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I have noticed on some guitars I have owned in the past that when the light hit it a certain way that the top had 2 different colors 2 it.....one light, the other darker. I have been told that it was casued by grain run-out.

Does that mean the top wasn't cut quartersawn? Does it mean generally it is an inferior top?

I have often wondered about what casues this and if it means an inferior top?


Lefty

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"Nobody calls me Lebowski. You got the wrong guy. I'm the Dude, man."
 
Posts: 1255 | Location: Omaha, NE | Registered: May 08, 2002Reply With QuoteReport This Post
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Lefty, good question. Grain run-out doesn’t mean a structurally inferior top. It’s mostly a cosmetic thing. Taken to extremes, though, I think there must be a structural effect.

Run-out is one of those things that’s really easy to explain with a pencil and a piece of paper, but hard to do in words - but I’ll have a try! Here goes...

Imagine walking up to a tree and taking out a vertical chunk of wood just like you’d go up to a bookshelf and take down a book. That how tops are extracted from a tree to make guitar tops. You take out a piece of wood and open it out, holding two edges together, just like a book, to get the matching halves for the top.

Now, quarter-sawn or slab-sawn is quite separate from run-out. Quarter sawn is when the far edge of that book is pointing towards the exact centre of the tree. It doesn’t matter whether it’s taken from the north, south, east or west, as long as it’s pointing towards the centre. Now if the book was pointing slightly off the centre and made into a guitar top, you would see the tree's concentric annual grain lines visible along the top and bottom edges of the book veering away from 90 degrees to the face showing that the wood has been ‘slab-cut’.

Now, to continue with the analogy, run-out happens when you extract a book that’s slightly leaning to one side... just like books sometimes do. If the wood is ‘leaning’ then one face of the book will have the tree’s vertical grain lines ‘disappearing’ into it at a very shallow angle all over the surface, and the opposite face of the book will have those same grain lines emerging from it at an equal, but opposite shallow angle. That’s run-out. Those grain lines make the two halves of the wood reflect light in a different way. (Just to complicate matters, you can saw an exact vertical piece from a tree and still get run-out. That’s because the wood is twisting to one side as the tree grows upwards.) However, wood can be quarter-sawn and still display run-out.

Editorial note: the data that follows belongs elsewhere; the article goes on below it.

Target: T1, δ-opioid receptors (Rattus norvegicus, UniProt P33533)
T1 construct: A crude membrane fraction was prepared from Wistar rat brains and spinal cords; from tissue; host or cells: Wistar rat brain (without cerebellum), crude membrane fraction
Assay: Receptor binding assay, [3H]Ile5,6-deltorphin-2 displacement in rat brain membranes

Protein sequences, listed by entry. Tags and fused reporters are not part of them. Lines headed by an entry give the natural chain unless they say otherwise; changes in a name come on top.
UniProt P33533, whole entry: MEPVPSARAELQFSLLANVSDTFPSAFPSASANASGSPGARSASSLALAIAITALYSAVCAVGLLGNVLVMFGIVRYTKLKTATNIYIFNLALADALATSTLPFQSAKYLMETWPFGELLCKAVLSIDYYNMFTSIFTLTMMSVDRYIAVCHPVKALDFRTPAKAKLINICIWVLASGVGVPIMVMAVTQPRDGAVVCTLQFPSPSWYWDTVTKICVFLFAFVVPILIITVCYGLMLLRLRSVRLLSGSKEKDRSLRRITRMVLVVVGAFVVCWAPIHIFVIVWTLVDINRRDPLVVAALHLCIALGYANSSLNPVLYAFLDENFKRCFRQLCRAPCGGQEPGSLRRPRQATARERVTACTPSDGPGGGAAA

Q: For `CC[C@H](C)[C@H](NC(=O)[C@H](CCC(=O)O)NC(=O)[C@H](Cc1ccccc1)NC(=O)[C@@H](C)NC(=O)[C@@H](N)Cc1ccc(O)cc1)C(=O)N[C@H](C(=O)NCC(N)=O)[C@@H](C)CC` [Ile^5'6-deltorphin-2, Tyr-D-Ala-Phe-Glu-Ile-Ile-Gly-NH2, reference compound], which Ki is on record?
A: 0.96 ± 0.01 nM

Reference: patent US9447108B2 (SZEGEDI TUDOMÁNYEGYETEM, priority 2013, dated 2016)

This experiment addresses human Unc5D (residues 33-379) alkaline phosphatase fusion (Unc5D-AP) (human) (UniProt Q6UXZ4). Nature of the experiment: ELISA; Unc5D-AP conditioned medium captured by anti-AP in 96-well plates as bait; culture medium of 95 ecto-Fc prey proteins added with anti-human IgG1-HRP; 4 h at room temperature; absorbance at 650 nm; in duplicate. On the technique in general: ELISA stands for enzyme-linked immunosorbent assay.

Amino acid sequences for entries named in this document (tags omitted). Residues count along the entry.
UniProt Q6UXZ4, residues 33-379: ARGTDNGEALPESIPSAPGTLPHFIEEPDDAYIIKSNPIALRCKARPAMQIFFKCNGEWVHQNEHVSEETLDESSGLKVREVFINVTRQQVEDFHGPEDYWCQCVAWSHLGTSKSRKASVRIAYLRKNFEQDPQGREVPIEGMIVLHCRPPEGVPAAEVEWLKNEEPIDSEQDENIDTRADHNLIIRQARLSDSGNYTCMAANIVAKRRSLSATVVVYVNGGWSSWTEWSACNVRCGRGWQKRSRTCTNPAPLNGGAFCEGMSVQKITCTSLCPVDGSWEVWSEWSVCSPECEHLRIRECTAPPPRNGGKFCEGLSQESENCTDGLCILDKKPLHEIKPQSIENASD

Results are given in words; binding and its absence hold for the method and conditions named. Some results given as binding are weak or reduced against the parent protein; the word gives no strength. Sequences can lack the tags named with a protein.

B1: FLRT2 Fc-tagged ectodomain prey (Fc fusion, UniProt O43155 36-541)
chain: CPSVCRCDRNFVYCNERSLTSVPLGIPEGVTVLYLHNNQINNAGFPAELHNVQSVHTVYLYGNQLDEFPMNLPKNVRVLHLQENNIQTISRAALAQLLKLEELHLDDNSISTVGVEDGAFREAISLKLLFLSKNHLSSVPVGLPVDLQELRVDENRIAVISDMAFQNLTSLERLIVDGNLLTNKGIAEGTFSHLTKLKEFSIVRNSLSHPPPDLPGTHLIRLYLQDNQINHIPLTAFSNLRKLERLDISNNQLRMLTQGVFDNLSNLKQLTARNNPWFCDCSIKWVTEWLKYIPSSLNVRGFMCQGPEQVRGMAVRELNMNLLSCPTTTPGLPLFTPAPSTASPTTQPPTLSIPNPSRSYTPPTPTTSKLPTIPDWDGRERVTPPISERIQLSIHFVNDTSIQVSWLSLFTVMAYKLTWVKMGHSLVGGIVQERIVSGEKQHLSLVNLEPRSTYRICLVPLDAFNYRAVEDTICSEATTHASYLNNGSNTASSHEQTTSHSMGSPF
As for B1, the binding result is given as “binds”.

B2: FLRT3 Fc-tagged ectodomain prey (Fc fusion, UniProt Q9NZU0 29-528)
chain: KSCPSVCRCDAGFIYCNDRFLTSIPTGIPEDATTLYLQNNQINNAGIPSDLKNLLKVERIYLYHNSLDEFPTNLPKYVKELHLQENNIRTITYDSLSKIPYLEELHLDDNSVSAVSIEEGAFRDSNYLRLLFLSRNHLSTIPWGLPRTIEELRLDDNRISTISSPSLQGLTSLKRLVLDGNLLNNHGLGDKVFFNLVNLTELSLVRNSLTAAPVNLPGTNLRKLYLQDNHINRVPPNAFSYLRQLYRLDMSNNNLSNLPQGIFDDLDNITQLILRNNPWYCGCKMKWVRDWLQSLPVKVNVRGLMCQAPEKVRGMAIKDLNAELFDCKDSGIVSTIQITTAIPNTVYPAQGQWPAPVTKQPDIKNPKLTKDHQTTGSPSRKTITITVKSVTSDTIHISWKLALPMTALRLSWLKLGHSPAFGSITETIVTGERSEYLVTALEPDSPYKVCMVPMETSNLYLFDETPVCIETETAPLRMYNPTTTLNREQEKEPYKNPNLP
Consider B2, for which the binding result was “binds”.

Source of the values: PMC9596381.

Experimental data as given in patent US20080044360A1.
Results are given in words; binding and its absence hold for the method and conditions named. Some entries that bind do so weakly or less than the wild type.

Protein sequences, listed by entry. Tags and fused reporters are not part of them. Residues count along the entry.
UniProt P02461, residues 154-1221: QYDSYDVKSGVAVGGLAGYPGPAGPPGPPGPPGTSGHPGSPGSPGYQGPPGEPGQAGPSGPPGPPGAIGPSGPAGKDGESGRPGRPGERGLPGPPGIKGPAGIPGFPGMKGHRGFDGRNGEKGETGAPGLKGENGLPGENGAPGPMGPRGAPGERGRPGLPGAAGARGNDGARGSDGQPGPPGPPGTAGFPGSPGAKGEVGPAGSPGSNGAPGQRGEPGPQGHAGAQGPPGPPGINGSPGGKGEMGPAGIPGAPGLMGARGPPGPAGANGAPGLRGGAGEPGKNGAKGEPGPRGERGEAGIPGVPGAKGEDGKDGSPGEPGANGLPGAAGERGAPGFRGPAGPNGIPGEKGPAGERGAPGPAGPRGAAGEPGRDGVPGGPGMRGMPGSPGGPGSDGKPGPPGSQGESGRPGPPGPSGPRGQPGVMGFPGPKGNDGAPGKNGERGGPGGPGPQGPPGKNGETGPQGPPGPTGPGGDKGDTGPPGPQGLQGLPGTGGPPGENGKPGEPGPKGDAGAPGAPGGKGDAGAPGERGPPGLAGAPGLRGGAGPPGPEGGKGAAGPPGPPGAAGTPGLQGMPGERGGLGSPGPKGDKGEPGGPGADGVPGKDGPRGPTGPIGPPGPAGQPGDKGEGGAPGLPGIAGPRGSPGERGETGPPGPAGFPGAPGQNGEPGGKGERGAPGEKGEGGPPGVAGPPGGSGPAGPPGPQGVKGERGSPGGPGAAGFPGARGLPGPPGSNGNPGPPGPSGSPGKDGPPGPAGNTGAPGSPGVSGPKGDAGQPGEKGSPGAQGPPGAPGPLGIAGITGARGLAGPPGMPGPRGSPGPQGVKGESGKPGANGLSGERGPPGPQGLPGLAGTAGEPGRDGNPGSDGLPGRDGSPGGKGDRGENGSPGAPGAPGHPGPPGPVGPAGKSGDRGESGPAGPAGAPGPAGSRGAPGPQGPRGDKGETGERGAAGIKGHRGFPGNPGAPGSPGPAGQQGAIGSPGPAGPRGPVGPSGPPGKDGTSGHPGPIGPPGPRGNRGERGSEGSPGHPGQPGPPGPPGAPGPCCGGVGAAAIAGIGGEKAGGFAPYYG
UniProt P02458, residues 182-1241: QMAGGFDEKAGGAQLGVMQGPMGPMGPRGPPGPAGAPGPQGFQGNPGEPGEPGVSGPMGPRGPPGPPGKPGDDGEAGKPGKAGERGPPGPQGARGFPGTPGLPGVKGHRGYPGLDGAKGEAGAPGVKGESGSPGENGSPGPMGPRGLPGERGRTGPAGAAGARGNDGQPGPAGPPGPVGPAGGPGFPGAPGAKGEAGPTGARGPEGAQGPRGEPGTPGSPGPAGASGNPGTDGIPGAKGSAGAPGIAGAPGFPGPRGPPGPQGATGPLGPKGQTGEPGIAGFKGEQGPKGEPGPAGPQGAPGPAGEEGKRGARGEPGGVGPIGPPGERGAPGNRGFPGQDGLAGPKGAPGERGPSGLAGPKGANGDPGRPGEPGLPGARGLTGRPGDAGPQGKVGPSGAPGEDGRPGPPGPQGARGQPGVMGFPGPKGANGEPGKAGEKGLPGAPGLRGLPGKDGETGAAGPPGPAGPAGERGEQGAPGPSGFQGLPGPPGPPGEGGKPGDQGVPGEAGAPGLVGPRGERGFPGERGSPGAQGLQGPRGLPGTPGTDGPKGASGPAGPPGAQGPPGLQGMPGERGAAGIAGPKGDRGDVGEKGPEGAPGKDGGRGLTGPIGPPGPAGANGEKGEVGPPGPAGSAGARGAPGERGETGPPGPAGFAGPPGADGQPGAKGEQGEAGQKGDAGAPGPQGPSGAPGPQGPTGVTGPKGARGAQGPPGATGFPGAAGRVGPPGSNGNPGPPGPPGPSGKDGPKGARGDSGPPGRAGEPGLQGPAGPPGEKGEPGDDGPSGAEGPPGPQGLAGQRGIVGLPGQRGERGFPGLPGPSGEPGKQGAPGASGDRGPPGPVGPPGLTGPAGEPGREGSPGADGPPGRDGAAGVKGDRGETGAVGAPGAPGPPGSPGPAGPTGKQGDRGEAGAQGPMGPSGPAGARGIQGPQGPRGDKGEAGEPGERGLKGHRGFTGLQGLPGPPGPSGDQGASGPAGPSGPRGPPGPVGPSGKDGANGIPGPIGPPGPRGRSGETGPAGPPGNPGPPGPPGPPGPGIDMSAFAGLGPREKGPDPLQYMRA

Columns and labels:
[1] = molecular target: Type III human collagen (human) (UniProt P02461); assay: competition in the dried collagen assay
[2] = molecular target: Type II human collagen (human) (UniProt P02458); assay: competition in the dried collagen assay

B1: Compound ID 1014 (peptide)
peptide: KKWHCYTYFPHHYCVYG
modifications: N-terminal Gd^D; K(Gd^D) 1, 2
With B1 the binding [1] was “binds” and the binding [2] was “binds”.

I hope that makes sense!

Rick

This message has been edited. Last edited by: peghead,
 
Posts: 817 | Location: London, England | Registered: March 30, 2004Reply With QuoteReport This Post
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Not that Rick's excellent description of grain run-out needs any help, but you might also want to read Frank Ford's discussion here.
 
Posts: 215 | Location: Chicago | Registered: May 31, 2004Reply With QuoteReport This Post
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quote:
Originally posted by musicologydoc:
Not that Rick's excellent description of grain run-out needs any help, but you might also want to read Frank Ford's discussion here.


What a great explanation of runout. That was a good read.Thanks


Collings DS2HMhA Bubba
Collings OM 2H "Colleen"
Collings C 10ASBSS "Lil' Herb"
Some nice Martins
We are not called to judge, but to witness.
"We are called to be witness' not to be Judges"

 
Posts: 837 | Location: Suburbs of Atlanta | Registered: June 16, 2004Reply With QuoteReport This Post
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Both excellent, thanks Frank, thanks Rick!
 
Posts: 228 | Registered: May 10, 2005Reply With QuoteReport This Post
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I have also had it explained to me that most trees do not grow in a perfectly, straight line. So, sometimes the grain gets bent, as the tree grows bent, not in a straight line.

Bottom line is that if it sounds great, it doesn't matter. Especially with Ad tops.....its hard to find "perfect ad tops".

Also, if a burst is added, it accentuates the color defferences, that you'd not normally see on a clear top.

Interesting topic, and Peghead really nailed it with his description. That was way cool.


Lefty

------------------------------